Ellen Gallagher: Accidental Records At Hauser & Wirth, Los Angeles (Through January 28, 2018) Reviewed by Emily Nimptsch
Expanding upon her seminal DeLuxe series (2004–05) as well as her intricately drawn Watery Ecstatic series (2001-2009), Rhode Island-born, Brooklyn and Rotterdam-based mixed-media artist and minimalist painter Ellen Gallagher’s newly opened exhibition, Ellen Gallagher: Accidental Records is currently making waves at Hauser & Wirth, Los Angeles, with her exploration of maritime themes.
As a graduate of Oberlin College and the School of the Museum of Fine Arts, Boston, Gallagher is renowned for building meticulously layered and cut paper relief paintings highlighting the evolution of African-American stereotypes. In 2003 and 2015, her work was selected to show at the prestigious Venice Biennale. She was also the subject of the 2013 solo survey AxME at the Tate Modern, London. Made from cut and reassembled mid-century wig advertisements from Ebony and Sepia, Gallagher’s iconic DeLuxe print series resembles abstracts from a distance and challenges many preconceived notions about race.
These latest marine paintings also have much to say on this topic, as Gallagher aims to recover the repressed values and cultures of marginalized and enslaved people in the Middle Passage era (ca. 1440-1640). This multi-layered exhibition was partially inspired by Drexciya, a Detroit-based electronic duo popular in the 1990’s. The group revealed in notes for their 1997 album, The Quest, that Drexciya is the name of a fictionalized underwater country populated by the descendants of real-life slaves who were thrown overboard from a Jamaican-bound slave ship in 1781. English Romantic painter J.M.W. Turner also reimagined these murderous proceedings in 1840’s Slave Ship (Slavers Throwing Overboard the Dead and Dying, Typhoon Coming on). In their lyrics, Drexciya imagined a happy ending for these drowned slaves, pretending that they could breathe underwater and create a utopian civilization beneath the waves. Gallagher also enjoys this Afrofuturist group’s work for its sonic map-making quality, as cartography is prominently featured in this latest showing.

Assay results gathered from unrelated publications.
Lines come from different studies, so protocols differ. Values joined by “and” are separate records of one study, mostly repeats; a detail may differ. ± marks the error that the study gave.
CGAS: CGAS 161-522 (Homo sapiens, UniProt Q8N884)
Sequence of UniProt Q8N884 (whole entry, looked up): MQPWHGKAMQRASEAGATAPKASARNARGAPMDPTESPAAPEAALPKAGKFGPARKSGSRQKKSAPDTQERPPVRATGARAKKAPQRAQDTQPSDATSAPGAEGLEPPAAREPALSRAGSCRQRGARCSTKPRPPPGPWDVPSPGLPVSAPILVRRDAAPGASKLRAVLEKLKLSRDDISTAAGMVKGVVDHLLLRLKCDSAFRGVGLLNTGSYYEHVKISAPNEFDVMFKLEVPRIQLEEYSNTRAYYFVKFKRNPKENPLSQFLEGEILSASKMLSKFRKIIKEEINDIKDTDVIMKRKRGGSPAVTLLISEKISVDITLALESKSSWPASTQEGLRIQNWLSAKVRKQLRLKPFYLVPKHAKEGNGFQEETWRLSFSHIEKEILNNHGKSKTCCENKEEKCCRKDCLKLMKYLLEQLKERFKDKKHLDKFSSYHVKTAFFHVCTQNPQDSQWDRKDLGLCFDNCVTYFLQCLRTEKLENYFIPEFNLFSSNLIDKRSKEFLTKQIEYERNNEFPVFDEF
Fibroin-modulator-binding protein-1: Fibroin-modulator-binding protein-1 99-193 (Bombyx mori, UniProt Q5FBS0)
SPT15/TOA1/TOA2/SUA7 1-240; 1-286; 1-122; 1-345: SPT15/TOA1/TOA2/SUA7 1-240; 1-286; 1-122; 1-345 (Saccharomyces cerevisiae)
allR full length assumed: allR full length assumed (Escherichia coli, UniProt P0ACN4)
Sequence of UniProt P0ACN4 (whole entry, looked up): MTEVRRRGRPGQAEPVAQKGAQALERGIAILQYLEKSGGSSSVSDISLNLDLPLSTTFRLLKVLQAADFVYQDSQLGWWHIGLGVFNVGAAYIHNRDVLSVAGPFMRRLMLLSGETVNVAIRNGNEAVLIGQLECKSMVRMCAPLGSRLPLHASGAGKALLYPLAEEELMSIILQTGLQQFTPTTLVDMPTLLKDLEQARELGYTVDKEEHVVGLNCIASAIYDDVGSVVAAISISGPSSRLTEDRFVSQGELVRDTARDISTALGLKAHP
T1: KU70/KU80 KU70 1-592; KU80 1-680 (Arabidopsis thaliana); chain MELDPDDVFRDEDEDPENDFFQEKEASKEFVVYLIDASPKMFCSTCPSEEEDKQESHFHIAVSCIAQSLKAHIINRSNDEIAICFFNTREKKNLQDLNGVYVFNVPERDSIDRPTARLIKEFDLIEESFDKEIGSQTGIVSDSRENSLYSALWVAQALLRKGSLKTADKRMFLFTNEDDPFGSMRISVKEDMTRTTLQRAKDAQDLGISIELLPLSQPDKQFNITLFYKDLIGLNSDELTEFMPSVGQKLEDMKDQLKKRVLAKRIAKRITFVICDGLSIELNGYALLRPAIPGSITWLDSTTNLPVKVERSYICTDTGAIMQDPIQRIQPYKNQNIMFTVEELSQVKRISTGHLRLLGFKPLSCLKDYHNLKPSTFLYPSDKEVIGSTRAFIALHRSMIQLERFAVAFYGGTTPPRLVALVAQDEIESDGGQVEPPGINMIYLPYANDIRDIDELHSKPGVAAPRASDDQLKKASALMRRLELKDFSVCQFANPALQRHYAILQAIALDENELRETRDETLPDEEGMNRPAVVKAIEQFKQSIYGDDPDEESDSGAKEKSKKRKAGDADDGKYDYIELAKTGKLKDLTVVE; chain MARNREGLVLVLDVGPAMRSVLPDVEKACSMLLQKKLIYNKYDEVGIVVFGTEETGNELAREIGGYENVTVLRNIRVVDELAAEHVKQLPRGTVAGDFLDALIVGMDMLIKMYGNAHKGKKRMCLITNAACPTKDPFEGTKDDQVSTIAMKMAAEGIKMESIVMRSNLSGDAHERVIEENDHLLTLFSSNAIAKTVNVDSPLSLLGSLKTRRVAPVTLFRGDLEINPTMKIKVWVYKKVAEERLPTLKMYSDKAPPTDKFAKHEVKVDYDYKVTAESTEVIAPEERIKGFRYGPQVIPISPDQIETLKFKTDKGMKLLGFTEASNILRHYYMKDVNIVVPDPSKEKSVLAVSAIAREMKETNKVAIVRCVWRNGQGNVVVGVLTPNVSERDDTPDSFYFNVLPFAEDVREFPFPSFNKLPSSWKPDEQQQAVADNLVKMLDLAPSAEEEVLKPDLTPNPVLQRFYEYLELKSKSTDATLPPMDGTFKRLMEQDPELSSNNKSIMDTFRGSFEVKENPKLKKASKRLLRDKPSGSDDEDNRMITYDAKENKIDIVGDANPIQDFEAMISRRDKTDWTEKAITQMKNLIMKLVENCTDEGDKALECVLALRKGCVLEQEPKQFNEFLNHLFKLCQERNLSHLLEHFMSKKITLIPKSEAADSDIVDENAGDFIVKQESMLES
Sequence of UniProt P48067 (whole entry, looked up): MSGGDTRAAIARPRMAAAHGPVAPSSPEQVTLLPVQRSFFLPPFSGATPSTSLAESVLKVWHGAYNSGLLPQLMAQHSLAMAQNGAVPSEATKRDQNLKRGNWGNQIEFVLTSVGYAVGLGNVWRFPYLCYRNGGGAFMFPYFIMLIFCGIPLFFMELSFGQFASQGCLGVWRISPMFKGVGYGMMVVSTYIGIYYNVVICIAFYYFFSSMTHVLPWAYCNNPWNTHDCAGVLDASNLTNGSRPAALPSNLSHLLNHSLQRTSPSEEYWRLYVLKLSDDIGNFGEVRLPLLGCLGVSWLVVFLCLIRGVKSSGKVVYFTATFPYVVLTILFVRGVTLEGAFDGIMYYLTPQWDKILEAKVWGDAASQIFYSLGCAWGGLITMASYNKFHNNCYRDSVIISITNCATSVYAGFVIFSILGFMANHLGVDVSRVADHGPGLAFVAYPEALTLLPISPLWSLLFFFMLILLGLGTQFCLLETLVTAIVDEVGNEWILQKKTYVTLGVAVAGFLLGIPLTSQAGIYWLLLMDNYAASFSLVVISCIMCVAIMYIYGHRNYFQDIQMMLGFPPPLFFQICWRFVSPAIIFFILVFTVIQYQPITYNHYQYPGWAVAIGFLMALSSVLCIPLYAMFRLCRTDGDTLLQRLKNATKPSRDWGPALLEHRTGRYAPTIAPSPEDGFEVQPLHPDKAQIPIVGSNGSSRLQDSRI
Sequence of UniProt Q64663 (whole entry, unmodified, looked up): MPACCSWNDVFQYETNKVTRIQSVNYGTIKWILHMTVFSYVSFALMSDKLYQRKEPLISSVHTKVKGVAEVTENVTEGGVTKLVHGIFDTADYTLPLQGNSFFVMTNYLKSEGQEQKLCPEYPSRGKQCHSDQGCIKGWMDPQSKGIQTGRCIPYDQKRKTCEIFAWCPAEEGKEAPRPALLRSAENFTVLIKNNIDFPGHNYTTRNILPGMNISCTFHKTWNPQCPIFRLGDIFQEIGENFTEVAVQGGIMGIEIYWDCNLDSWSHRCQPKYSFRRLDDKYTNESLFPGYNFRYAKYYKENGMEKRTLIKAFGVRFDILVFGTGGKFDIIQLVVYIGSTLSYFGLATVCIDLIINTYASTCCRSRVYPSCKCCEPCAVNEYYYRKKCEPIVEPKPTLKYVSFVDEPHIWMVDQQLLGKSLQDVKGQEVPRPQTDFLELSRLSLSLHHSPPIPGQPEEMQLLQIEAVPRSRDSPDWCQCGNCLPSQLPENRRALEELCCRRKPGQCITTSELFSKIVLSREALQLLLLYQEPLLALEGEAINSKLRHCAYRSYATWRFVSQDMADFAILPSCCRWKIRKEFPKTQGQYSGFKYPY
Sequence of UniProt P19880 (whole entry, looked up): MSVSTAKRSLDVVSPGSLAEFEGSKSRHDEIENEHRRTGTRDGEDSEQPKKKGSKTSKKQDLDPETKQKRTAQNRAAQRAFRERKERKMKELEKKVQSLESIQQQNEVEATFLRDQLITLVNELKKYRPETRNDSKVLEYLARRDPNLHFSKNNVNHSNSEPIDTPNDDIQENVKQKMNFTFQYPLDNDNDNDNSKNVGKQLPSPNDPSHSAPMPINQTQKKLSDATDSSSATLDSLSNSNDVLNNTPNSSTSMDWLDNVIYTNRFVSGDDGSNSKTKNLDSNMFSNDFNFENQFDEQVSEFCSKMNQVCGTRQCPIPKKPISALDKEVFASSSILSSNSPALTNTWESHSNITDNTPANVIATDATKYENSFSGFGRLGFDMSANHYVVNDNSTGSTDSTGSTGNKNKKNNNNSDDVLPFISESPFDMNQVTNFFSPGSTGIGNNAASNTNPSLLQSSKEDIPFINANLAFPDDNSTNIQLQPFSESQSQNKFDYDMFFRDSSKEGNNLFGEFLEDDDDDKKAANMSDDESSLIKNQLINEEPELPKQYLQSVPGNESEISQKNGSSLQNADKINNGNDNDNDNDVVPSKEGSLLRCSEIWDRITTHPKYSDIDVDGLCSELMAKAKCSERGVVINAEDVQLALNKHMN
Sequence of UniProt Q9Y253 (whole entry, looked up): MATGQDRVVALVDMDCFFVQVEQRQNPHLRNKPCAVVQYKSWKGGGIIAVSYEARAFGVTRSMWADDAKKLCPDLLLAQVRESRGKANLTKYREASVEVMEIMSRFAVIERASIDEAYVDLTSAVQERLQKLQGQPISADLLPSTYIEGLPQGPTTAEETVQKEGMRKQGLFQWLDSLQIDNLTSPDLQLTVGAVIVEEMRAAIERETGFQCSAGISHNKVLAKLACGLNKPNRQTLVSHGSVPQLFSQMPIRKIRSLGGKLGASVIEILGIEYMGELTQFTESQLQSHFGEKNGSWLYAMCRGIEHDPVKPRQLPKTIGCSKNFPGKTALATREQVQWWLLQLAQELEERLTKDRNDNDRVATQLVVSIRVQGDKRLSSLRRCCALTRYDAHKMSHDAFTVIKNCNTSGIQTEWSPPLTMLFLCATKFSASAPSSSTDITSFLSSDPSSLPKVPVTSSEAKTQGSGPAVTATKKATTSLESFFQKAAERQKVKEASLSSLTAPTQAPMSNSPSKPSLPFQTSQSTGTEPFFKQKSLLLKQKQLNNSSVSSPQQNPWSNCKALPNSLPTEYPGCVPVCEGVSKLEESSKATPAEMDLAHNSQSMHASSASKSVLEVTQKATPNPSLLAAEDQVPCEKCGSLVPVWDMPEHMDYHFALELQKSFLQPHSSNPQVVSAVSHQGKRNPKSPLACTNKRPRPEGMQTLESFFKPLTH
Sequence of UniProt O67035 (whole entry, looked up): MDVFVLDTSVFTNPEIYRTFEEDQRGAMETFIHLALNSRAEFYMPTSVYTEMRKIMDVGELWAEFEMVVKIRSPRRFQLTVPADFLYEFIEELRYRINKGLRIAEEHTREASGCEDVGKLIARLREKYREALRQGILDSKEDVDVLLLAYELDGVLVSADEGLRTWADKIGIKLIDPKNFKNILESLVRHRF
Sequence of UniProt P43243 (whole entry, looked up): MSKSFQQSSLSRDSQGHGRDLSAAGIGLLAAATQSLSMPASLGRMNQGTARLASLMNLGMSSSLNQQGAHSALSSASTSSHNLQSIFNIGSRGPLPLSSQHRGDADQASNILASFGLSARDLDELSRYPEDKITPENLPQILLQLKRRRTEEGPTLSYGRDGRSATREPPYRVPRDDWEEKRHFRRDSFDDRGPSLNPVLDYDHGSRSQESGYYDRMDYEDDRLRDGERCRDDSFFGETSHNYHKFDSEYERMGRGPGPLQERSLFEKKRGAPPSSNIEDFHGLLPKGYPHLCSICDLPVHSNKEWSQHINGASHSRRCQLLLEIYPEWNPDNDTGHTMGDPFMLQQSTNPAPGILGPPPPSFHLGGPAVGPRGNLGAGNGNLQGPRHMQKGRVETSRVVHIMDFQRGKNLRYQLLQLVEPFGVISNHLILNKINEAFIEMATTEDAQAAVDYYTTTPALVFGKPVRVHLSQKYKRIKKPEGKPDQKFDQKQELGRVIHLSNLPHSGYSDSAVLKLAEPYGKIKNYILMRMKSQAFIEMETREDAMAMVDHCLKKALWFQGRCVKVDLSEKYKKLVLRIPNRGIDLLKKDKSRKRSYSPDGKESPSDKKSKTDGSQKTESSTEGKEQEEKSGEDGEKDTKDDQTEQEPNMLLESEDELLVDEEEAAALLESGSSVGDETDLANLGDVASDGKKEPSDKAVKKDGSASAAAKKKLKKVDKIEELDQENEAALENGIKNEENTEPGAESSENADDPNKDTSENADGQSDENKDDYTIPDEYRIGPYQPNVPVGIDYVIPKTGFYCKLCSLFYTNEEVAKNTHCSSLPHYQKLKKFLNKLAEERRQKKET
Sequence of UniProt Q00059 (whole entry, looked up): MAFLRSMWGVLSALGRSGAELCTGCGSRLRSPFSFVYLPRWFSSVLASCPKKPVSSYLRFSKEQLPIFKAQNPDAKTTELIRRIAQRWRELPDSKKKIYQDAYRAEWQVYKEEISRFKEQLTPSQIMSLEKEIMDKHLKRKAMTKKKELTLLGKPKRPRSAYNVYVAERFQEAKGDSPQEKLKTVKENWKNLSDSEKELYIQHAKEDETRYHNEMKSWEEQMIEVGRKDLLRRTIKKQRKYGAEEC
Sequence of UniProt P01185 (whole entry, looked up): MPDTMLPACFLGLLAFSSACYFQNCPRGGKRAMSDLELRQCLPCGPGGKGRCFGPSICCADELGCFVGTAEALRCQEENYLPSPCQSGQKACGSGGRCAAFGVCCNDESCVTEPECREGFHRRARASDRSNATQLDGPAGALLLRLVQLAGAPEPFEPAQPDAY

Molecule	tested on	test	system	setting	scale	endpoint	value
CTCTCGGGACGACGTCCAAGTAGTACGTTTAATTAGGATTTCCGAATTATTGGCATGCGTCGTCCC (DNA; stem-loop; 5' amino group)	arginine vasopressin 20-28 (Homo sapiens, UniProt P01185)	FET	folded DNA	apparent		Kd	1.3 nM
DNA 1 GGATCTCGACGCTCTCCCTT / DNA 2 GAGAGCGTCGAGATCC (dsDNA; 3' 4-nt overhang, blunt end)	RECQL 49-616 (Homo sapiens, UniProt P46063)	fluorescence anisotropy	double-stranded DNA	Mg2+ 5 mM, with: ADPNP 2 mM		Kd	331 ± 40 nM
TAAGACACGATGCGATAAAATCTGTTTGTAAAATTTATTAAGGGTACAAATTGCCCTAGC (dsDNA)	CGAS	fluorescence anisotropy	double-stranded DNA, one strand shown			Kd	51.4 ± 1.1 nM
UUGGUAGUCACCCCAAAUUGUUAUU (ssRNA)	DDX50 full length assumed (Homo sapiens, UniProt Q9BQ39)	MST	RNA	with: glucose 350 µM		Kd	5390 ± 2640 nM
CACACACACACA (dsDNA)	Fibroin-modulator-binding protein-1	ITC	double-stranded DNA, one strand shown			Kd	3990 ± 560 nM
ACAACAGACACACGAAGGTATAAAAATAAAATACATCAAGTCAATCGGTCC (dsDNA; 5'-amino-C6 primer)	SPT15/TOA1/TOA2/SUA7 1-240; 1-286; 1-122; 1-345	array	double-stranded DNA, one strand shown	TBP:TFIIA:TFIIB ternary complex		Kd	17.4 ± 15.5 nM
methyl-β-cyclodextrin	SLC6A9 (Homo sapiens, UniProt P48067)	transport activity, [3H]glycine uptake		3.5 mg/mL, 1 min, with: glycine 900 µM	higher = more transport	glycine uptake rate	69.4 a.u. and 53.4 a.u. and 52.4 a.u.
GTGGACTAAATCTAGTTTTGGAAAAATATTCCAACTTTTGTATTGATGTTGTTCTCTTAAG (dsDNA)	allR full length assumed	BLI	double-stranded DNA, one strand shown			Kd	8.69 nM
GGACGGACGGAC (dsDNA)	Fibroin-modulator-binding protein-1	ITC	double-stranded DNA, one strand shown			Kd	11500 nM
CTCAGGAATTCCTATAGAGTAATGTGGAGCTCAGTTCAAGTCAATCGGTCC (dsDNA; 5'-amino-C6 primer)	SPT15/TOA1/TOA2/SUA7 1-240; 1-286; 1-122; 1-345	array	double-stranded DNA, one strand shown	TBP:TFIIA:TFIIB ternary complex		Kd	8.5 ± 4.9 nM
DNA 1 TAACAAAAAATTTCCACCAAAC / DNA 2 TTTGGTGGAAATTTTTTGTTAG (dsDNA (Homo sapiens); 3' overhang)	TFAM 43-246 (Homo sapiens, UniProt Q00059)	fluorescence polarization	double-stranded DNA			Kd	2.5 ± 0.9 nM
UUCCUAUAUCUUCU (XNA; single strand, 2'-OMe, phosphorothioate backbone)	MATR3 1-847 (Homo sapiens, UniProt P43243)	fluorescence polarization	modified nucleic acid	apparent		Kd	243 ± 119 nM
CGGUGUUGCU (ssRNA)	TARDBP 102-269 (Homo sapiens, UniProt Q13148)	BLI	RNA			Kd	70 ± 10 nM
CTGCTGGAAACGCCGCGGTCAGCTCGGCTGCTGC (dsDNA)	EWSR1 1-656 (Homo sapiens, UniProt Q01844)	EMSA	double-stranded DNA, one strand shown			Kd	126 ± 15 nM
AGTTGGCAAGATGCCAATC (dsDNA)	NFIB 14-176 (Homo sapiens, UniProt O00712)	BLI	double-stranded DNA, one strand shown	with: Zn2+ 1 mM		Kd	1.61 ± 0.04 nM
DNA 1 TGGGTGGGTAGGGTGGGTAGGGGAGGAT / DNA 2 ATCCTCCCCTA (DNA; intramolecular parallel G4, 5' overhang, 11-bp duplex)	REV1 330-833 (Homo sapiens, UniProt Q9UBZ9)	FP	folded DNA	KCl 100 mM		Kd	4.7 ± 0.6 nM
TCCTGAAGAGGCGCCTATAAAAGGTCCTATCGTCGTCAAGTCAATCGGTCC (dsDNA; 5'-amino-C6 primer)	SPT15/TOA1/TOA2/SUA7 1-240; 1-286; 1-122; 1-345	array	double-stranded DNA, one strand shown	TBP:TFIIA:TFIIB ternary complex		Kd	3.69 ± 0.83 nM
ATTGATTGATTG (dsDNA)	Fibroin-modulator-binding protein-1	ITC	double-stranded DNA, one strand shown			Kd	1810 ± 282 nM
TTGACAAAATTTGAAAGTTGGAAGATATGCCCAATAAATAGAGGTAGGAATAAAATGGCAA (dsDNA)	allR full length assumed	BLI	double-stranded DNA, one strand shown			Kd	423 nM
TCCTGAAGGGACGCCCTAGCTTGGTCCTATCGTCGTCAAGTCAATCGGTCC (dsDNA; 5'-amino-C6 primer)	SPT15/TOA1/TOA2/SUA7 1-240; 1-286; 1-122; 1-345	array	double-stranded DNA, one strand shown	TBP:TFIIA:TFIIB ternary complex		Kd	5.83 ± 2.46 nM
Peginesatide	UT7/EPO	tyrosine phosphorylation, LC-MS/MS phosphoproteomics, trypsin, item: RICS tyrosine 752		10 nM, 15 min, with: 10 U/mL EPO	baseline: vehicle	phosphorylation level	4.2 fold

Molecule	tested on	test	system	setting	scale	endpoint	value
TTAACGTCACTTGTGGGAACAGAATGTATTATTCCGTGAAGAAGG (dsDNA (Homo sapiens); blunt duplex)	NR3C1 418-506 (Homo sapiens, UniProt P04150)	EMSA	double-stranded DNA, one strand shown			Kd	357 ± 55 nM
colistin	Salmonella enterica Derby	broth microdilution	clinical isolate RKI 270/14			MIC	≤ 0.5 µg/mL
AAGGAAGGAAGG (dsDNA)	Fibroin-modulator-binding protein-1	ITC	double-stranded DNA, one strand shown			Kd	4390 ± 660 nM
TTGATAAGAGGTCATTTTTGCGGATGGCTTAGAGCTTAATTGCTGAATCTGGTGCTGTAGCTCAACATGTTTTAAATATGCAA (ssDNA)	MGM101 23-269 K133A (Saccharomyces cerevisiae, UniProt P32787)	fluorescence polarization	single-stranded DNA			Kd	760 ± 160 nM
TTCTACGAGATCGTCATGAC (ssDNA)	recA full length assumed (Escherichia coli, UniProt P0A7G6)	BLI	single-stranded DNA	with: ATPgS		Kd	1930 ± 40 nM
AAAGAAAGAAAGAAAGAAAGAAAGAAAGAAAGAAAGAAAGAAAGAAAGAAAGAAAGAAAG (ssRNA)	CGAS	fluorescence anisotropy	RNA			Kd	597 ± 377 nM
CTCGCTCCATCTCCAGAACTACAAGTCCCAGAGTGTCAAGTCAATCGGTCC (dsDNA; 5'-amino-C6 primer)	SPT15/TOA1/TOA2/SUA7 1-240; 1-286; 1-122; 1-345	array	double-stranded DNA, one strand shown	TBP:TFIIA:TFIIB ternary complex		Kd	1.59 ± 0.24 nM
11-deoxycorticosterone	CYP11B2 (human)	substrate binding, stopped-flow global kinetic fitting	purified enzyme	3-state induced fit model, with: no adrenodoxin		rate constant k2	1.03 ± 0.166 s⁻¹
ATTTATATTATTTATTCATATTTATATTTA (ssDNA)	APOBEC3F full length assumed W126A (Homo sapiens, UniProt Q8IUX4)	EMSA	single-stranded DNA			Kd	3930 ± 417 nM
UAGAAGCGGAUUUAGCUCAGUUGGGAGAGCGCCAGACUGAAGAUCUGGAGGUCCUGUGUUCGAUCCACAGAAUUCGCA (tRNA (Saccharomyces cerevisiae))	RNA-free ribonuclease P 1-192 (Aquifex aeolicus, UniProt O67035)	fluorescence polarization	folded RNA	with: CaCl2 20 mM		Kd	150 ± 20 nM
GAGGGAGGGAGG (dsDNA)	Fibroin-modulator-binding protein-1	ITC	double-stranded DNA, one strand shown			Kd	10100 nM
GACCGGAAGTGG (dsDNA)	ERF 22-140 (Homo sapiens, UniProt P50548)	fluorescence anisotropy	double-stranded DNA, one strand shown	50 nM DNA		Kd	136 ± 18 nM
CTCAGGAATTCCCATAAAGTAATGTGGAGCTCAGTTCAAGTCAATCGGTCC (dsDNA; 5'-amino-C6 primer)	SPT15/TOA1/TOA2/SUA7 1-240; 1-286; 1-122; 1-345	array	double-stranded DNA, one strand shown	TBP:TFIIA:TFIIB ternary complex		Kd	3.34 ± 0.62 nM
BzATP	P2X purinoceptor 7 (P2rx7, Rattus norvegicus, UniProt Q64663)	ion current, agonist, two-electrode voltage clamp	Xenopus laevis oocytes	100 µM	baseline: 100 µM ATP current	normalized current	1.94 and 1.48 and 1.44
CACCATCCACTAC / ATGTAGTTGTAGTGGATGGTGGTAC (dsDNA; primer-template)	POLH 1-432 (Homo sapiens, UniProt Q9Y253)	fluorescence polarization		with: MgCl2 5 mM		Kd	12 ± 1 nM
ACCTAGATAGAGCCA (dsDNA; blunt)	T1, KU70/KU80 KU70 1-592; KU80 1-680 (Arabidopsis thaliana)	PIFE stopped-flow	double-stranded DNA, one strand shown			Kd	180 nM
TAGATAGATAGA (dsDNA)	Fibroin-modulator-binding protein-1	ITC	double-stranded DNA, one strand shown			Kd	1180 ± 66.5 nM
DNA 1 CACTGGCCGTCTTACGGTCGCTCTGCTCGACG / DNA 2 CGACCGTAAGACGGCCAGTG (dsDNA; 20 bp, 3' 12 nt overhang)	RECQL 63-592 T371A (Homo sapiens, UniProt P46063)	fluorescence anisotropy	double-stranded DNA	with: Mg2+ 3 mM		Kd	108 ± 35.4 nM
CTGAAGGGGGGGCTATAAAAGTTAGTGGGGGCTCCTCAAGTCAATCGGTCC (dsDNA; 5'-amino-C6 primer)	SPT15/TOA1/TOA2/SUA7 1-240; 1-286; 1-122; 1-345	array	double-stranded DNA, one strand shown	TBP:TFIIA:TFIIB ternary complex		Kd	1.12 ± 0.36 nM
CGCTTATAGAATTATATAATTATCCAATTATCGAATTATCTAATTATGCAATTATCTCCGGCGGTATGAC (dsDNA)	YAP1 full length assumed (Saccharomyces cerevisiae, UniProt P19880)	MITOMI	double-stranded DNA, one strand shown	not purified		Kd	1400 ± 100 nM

The majority of Gallagher’s Accidental Records paintings feature imperfect square and rectangular forms in the background, as if she is mapping the alien sea floor from above. We know so little about this sunken realm that the moon with its Sea of Tranquility is actually better understood. These patches, clearly seen in 2017’s Sea Bed (Sediment), also resemble magnified skin cells, which could be a statement about how absurd it is to box-in and stereotype an entire group of people based on skin color as well as try and map the infinitely vast and deep oceans.
On a personal level, both of Gallagher’s parents come from cultures where connection to the ocean is paramount, Gallagher herself being half-Irish and half-Cape Verdean. Although she grew up in the seaside city of Providence, Rhode Island, she was never really aware of the nearby Providence River or Narragansett Bay, being that her community was cut-off from these bodies of water. Developing an interest in marine biology as a young adult, she spent a semester at sea and currently divides her time between Rotterdam in the low-lying Netherlands and Red Hook, Brooklyn. These prominent port cities provide much in the way of inspiration for Gallagher.